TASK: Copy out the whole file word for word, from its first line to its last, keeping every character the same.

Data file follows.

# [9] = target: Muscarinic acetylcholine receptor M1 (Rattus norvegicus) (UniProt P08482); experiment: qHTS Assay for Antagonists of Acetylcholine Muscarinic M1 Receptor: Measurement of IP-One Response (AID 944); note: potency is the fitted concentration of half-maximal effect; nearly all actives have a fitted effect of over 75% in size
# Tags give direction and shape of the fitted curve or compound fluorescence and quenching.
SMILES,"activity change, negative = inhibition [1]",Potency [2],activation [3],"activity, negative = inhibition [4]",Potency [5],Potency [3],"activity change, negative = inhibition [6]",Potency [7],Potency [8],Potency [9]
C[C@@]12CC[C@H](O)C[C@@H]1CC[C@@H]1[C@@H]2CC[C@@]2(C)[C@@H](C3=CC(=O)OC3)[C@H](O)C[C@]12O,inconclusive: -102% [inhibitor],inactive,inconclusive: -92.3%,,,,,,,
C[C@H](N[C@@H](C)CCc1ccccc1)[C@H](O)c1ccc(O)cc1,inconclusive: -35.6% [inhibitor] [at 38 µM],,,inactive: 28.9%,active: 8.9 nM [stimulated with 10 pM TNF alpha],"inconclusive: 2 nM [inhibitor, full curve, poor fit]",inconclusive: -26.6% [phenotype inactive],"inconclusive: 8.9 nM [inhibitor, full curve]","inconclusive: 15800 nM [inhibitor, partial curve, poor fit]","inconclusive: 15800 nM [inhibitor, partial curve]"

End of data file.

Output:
# [9] = target: Muscarinic acetylcholine receptor M1 (Rattus norvegicus) (UniProt P08482); experiment: qHTS Assay for Antagonists of Acetylcholine Muscarinic M1 Receptor: Measurement of IP-One Response (AID 944); note: potency is the fitted concentration of half-maximal effect; nearly all actives have a fitted effect of over 75% in size
# Tags give direction and shape of the fitted curve or compound fluorescence and quenching.
SMILES,"activity change, negative = inhibition [1]",Potency [2],activation [3],"activity, negative = inhibition [4]",Potency [5],Potency [3],"activity change, negative = inhibition [6]",Potency [7],Potency [8],Potency [9]
C[C@@]12CC[C@H](O)C[C@@H]1CC[C@@H]1[C@@H]2CC[C@@]2(C)[C@@H](C3=CC(=O)OC3)[C@H](O)C[C@]12O,inconclusive: -102% [inhibitor],inactive,inconclusive: -92.3%,,,,,,,
C[C@H](N[C@@H](C)CCc1ccccc1)[C@H](O)c1ccc(O)cc1,inconclusive: -35.6% [inhibitor] [at 38 µM],,,inactive: 28.9%,active: 8.9 nM [stimulated with 10 pM TNF alpha],"inconclusive: 2 nM [inhibitor, full curve, poor fit]",inconclusive: -26.6% [phenotype inactive],"inconclusive: 8.9 nM [inhibitor, full curve]","inconclusive: 15800 nM [inhibitor, partial curve, poor fit]","inconclusive: 15800 nM [inhibitor, partial curve]"